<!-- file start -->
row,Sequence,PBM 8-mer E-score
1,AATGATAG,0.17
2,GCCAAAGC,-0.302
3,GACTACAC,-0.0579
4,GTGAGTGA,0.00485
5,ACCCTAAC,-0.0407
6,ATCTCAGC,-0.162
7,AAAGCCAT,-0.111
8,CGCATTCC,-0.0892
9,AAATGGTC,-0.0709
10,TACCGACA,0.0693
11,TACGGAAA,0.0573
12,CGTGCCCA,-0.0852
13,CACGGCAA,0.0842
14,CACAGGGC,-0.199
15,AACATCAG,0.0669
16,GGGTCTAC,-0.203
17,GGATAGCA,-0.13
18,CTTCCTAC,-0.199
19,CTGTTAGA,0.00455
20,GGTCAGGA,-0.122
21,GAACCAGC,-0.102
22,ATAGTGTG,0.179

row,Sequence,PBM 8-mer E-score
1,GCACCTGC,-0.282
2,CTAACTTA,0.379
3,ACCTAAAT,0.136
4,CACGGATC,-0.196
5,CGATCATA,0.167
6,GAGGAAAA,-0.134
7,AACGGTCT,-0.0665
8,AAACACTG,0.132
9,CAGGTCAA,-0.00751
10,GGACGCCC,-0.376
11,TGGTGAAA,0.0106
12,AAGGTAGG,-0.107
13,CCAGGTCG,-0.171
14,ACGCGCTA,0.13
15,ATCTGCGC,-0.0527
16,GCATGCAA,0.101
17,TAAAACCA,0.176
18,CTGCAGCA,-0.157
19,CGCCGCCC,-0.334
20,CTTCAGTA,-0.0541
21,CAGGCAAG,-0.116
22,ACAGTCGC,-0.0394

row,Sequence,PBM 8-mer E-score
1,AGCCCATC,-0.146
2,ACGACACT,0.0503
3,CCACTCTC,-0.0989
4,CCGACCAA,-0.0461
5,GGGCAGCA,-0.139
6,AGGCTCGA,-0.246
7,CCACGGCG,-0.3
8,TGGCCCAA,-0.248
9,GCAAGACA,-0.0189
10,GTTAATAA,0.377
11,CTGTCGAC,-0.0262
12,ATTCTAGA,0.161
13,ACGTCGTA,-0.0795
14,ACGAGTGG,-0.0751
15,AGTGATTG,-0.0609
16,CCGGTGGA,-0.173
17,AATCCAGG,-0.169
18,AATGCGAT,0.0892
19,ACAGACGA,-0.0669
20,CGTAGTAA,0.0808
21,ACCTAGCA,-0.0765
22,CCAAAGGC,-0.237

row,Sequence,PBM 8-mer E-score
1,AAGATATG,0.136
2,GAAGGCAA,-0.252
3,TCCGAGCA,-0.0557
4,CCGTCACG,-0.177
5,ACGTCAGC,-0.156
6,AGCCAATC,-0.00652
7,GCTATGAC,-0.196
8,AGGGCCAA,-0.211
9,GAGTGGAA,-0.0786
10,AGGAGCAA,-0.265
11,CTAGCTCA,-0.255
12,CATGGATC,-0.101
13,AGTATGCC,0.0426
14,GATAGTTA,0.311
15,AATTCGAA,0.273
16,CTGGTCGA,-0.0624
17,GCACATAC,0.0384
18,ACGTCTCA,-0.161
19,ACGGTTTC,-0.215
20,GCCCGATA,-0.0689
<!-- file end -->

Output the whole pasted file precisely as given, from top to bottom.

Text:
row,Sequence,PBM 8-mer E-score
1,AATGATAG,0.17
2,GCCAAAGC,-0.302
3,GACTACAC,-0.0579
4,GTGAGTGA,0.00485
5,ACCCTAAC,-0.0407
6,ATCTCAGC,-0.162
7,AAAGCCAT,-0.111
8,CGCATTCC,-0.0892
9,AAATGGTC,-0.0709
10,TACCGACA,0.0693
11,TACGGAAA,0.0573
12,CGTGCCCA,-0.0852
13,CACGGCAA,0.0842
14,CACAGGGC,-0.199
15,AACATCAG,0.0669
16,GGGTCTAC,-0.203
17,GGATAGCA,-0.13
18,CTTCCTAC,-0.199
19,CTGTTAGA,0.00455
20,GGTCAGGA,-0.122
21,GAACCAGC,-0.102
22,ATAGTGTG,0.179

row,Sequence,PBM 8-mer E-score
1,GCACCTGC,-0.282
2,CTAACTTA,0.379
3,ACCTAAAT,0.136
4,CACGGATC,-0.196
5,CGATCATA,0.167
6,GAGGAAAA,-0.134
7,AACGGTCT,-0.0665
8,AAACACTG,0.132
9,CAGGTCAA,-0.00751
10,GGACGCCC,-0.376
11,TGGTGAAA,0.0106
12,AAGGTAGG,-0.107
13,CCAGGTCG,-0.171
14,ACGCGCTA,0.13
15,ATCTGCGC,-0.0527
16,GCATGCAA,0.101
17,TAAAACCA,0.176
18,CTGCAGCA,-0.157
19,CGCCGCCC,-0.334
20,CTTCAGTA,-0.0541
21,CAGGCAAG,-0.116
22,ACAGTCGC,-0.0394

row,Sequence,PBM 8-mer E-score
1,AGCCCATC,-0.146
2,ACGACACT,0.0503
3,CCACTCTC,-0.0989
4,CCGACCAA,-0.0461
5,GGGCAGCA,-0.139
6,AGGCTCGA,-0.246
7,CCACGGCG,-0.3
8,TGGCCCAA,-0.248
9,GCAAGACA,-0.0189
10,GTTAATAA,0.377
11,CTGTCGAC,-0.0262
12,ATTCTAGA,0.161
13,ACGTCGTA,-0.0795
14,ACGAGTGG,-0.0751
15,AGTGATTG,-0.0609
16,CCGGTGGA,-0.173
17,AATCCAGG,-0.169
18,AATGCGAT,0.0892
19,ACAGACGA,-0.0669
20,CGTAGTAA,0.0808
21,ACCTAGCA,-0.0765
22,CCAAAGGC,-0.237

row,Sequence,PBM 8-mer E-score
1,AAGATATG,0.136
2,GAAGGCAA,-0.252
3,TCCGAGCA,-0.0557
4,CCGTCACG,-0.177
5,ACGTCAGC,-0.156
6,AGCCAATC,-0.00652
7,GCTATGAC,-0.196
8,AGGGCCAA,-0.211
9,GAGTGGAA,-0.0786
10,AGGAGCAA,-0.265
11,CTAGCTCA,-0.255
12,CATGGATC,-0.101
13,AGTATGCC,0.0426
14,GATAGTTA,0.311
15,AATTCGAA,0.273
16,CTGGTCGA,-0.0624
17,GCACATAC,0.0384
18,ACGTCTCA,-0.161
19,ACGGTTTC,-0.215
20,GCCCGATA,-0.0689